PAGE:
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Can You Be on Your Parents’ Car Insurance If You Don’t Live With Them?



car insurance

Getting a driver’s license or your first car is a very exciting time. For many teenagers, getting a license is their first step towards independence and adulthood. With more freedom, however, comes more responsibilities. In the case of driving, getting a driver’s license comes with more financial responsibilities. Teen drivers pay some of the highest insurance rates of any driver in the United States. The good news, though, is that insurance companies allow teens to be added to their parent or guardian’s insurance policy.

In most places, state laws mandate that all drivers carry a minimum amount of liability coverage. These laws are in place to protect all drivers on the road. Your liability insurance policy protects other divers and their cars if you cause an accident. Liability coverage will pay bodily injury and property damage claims resulting from an accident where you are found at fault. To protect your own car, no matter who is at fault, you will need collision and comprehensive coverage.

Average liability coverage for a teen driver is around $4,400 per year, while a full coverage policy for a teen could be close to $9,800 per year. Compared to the rates for an average adult, teen drivers pay significantly more for car insurance. The main reason for this is because insurance companies consider a teen’s age and inexperience as high-risk factors for an accident. To help mitigate their risks, insurers charge most young people under the age of 25 inflated premiums. As a result, many young drivers choose to stay on their parent’s car insurance policy as long as they can. If you are on your parents’ policy, there are a few things to consider.

How long can you stay on your parent’s policy?

Can You Be on Your Parents' Car Insurance If You Don't Live With Them

The good news is that there is no age limit for a shared auto insurance policy. Unlike health insurance that sets age limits at 26, auto insurers don’t have an age requirement. You can stay on your parent’s policy for as long as you need. Eventually, you will move out and become more financially independent, and then it will make more sense for you to have your own policy. Additionally, as most states have laws regarding insurance and car ownership, you might be required to purchase your own policy when you get a car that is in your own name.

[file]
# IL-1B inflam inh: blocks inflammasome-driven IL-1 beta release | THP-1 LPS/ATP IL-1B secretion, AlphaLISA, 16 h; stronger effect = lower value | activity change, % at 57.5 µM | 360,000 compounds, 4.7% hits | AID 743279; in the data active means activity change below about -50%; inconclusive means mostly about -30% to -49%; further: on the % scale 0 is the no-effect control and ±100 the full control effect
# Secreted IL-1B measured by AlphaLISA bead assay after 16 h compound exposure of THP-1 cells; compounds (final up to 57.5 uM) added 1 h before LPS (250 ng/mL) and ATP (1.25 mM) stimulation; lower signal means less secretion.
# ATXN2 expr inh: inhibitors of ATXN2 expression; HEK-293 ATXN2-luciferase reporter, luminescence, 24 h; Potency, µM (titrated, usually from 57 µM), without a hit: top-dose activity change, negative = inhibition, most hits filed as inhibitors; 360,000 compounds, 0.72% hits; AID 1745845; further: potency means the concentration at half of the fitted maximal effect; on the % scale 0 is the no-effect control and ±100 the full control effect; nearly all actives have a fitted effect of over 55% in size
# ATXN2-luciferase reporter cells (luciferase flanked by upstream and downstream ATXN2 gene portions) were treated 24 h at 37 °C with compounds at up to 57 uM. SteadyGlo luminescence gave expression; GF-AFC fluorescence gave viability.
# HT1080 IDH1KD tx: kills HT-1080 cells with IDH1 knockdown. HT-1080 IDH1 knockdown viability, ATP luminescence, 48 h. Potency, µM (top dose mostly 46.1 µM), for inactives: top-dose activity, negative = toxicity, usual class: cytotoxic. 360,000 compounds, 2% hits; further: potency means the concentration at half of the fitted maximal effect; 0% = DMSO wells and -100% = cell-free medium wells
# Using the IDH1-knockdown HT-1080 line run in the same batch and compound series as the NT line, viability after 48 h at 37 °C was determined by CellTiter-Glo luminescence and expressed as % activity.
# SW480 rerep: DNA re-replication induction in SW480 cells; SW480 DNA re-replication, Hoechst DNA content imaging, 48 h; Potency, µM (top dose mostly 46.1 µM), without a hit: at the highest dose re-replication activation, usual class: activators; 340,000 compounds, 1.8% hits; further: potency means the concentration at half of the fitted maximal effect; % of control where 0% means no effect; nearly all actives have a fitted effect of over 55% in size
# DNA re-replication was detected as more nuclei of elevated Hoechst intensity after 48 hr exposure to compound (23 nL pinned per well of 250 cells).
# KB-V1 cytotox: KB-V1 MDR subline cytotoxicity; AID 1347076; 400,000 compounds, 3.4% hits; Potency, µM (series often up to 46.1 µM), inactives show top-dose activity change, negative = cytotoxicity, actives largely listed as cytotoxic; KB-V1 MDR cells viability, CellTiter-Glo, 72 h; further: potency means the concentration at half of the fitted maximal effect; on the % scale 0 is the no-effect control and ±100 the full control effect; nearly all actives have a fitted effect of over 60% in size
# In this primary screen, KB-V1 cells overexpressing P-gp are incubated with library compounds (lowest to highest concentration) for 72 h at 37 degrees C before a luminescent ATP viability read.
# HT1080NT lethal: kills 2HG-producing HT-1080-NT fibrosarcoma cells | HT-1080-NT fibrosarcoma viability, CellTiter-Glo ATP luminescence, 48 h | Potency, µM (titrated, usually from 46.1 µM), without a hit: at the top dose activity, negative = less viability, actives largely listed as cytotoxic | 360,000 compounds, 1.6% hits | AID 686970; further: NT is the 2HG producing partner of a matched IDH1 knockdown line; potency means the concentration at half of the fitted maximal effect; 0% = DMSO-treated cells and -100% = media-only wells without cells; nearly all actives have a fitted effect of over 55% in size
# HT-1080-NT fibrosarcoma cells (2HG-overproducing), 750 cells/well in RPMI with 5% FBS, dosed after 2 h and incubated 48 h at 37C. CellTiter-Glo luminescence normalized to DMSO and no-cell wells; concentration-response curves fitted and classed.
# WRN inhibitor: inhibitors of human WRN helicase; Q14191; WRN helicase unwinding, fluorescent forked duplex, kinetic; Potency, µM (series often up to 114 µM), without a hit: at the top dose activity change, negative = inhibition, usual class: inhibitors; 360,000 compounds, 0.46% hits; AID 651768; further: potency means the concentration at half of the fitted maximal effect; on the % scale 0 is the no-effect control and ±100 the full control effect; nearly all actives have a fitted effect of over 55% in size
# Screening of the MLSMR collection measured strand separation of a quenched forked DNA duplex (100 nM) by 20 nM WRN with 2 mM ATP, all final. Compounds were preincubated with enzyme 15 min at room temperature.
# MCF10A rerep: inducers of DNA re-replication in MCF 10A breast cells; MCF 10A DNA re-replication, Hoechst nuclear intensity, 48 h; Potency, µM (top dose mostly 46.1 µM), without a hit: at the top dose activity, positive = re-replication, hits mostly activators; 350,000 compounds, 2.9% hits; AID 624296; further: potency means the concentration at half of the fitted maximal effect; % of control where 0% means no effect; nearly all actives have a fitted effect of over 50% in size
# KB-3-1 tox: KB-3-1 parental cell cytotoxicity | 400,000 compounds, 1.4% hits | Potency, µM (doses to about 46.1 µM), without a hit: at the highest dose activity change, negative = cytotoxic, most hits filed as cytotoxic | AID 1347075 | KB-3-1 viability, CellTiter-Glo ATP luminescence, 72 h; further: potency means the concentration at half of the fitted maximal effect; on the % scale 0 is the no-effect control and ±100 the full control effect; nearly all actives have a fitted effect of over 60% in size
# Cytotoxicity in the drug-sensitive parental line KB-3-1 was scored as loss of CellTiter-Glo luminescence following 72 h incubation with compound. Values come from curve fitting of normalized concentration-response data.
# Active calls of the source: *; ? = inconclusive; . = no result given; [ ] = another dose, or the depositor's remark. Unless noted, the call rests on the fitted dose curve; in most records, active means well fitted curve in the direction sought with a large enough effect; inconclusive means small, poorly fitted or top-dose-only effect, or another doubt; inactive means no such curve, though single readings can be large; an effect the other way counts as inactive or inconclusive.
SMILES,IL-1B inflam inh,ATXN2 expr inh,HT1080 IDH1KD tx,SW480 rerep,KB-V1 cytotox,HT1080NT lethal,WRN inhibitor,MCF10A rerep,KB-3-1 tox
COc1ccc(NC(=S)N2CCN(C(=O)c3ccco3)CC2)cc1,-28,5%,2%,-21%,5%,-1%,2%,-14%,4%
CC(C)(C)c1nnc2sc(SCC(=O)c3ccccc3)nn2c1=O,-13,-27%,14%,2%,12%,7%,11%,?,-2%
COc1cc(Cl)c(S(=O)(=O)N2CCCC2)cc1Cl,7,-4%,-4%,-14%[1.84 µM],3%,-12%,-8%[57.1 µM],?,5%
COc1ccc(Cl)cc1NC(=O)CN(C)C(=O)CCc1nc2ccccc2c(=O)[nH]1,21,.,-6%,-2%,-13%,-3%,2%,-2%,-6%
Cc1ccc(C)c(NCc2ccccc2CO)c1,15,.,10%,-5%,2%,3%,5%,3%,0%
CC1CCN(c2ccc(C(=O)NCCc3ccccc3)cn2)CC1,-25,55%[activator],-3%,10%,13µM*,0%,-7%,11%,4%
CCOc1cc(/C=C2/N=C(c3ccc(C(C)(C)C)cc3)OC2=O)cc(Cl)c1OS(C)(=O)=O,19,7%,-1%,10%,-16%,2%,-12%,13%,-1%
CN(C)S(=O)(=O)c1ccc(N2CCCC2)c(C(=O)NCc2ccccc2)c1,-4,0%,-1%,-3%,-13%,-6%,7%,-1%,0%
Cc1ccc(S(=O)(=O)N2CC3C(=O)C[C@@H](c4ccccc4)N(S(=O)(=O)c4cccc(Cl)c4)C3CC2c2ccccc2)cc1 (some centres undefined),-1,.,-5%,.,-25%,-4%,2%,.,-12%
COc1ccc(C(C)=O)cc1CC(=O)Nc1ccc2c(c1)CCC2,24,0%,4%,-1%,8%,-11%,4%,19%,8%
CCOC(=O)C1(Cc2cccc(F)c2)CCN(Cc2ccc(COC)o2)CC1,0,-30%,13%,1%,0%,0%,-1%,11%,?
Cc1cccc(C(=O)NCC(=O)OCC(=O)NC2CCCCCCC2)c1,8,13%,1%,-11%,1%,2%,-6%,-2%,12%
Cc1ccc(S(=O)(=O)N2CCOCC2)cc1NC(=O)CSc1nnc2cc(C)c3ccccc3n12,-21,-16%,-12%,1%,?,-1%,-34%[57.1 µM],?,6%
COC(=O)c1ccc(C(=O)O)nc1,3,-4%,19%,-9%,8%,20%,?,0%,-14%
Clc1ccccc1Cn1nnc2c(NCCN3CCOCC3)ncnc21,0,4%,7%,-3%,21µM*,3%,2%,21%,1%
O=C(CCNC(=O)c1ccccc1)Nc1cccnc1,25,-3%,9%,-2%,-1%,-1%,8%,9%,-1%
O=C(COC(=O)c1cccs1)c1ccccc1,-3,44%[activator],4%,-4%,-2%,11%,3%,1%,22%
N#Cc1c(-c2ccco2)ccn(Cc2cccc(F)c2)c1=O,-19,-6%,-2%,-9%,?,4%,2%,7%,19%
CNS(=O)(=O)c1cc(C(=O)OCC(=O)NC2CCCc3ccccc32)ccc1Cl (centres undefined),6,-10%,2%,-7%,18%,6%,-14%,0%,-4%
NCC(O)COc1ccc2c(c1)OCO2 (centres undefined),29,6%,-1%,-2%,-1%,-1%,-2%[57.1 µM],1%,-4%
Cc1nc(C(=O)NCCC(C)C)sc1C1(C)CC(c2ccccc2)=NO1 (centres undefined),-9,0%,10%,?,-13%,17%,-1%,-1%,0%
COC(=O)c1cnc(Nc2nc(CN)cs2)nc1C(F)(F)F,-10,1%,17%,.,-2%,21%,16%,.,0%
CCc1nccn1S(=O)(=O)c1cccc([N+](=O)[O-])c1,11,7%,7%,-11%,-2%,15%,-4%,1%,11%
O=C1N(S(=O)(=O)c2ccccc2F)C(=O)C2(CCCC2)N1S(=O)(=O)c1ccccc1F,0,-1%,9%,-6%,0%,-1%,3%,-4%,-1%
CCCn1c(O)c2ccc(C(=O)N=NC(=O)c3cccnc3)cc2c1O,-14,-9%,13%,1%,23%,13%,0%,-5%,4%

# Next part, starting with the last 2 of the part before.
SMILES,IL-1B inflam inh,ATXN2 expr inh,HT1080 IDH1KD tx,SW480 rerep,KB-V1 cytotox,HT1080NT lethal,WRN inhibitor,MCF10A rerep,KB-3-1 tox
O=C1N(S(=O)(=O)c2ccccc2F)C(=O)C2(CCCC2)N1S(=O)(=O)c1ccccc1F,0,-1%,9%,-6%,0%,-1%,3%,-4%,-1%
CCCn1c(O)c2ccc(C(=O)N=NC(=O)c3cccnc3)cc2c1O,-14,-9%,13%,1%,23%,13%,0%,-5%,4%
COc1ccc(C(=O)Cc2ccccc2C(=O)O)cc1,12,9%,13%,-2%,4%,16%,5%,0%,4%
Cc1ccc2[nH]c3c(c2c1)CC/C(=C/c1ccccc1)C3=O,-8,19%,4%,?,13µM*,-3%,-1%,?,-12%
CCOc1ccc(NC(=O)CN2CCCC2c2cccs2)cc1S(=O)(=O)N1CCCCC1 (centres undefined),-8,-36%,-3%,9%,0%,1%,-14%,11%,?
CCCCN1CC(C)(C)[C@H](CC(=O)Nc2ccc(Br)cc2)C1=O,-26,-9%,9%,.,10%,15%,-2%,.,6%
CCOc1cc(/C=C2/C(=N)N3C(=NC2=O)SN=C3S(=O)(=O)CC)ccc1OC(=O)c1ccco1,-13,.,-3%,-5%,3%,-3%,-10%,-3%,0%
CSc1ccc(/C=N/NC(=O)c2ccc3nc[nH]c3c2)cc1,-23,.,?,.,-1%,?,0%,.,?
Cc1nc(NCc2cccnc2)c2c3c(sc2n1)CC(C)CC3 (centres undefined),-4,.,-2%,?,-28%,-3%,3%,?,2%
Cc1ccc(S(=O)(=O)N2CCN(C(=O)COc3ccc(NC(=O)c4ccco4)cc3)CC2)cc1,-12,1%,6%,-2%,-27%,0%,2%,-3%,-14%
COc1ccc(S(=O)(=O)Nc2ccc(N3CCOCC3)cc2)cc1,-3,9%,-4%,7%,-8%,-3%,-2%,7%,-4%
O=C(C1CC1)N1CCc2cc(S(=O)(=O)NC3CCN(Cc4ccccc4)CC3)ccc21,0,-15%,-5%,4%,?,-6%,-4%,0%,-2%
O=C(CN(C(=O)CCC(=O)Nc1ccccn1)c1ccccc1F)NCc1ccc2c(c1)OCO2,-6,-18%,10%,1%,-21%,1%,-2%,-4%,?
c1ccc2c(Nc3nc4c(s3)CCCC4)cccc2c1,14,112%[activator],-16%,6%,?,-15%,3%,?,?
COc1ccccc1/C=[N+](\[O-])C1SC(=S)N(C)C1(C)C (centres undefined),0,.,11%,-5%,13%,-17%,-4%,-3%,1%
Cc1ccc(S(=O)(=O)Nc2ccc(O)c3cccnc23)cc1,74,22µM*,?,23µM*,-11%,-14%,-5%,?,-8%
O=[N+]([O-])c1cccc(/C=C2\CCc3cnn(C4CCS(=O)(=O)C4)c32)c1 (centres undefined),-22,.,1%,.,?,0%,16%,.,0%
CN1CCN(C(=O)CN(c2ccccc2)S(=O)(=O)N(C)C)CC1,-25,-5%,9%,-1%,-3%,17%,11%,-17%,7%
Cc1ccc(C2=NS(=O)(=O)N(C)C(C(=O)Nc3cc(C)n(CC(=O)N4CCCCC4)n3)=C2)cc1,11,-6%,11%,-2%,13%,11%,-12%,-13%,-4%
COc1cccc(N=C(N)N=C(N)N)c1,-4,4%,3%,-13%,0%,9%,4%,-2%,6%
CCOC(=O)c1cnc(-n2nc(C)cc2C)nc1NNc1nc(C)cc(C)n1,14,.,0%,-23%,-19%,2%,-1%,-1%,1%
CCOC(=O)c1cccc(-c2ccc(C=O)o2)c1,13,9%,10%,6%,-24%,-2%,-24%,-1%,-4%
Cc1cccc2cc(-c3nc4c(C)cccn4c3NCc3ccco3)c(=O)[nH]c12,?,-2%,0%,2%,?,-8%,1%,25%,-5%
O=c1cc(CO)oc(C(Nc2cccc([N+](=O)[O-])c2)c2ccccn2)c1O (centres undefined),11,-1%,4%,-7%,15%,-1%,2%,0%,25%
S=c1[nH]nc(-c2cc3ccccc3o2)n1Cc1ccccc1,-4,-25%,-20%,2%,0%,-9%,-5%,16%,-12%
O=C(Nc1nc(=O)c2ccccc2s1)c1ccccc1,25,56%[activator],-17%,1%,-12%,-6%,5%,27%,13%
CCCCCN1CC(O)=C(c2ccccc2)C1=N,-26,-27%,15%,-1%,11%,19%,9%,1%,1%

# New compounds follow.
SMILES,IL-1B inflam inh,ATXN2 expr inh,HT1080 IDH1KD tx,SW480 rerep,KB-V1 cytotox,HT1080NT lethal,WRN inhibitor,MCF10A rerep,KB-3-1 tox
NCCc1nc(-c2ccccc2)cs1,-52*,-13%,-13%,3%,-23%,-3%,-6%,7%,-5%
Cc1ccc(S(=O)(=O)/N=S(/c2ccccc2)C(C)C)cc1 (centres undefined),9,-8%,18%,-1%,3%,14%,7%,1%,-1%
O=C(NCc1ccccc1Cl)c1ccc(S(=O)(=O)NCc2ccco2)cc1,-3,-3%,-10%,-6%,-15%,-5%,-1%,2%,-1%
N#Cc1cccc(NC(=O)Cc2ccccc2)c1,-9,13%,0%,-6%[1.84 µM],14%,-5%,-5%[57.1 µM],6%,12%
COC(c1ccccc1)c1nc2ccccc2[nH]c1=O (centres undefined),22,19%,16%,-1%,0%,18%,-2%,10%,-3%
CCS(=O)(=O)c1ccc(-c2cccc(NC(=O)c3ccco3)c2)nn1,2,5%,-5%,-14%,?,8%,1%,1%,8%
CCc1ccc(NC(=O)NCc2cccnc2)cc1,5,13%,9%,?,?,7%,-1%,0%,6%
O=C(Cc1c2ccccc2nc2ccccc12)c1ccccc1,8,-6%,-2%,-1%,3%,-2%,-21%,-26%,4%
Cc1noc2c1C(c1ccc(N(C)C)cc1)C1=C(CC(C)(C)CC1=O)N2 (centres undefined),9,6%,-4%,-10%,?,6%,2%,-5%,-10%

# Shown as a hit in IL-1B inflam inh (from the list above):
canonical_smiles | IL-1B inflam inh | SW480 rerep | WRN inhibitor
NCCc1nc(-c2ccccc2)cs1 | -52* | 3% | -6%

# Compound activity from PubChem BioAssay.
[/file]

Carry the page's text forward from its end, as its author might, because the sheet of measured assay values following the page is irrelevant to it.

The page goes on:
Since there is no age limit, can you be on your parents car insurance if you don’t live with them? The answer to this can be a little complicated. In general, you must have your own policy if you have a different address and don’t live with your parents. There is typically an exception for college students who live on campus and are supported by their parents. However, once you move out on your own, insurers usually want you to have your own insurance as you have care, custody, and control of a vehicle.

What are the benefits of staying on your parents’ plan?

car insurance

As discussed, younger drivers pay much more for auto insurance than the average adult. However, while a policy may cost you $8,000 a year, your parents may only see an increase of $1,500 a year by adding you to their policy. Your insurance will be cheaper with your parents. Additionally, you may be able to lower your parents’ policy premium with a good driving record and good student discounts.

With teen and young adult drivers seeing some of the highest insurance premiums, staying on your parents’ insurance will be beneficial for as long as possible. Until you move out of their home or become financially independent, you will have greater flexibility and cheaper rates on your parents’ insurance policy.


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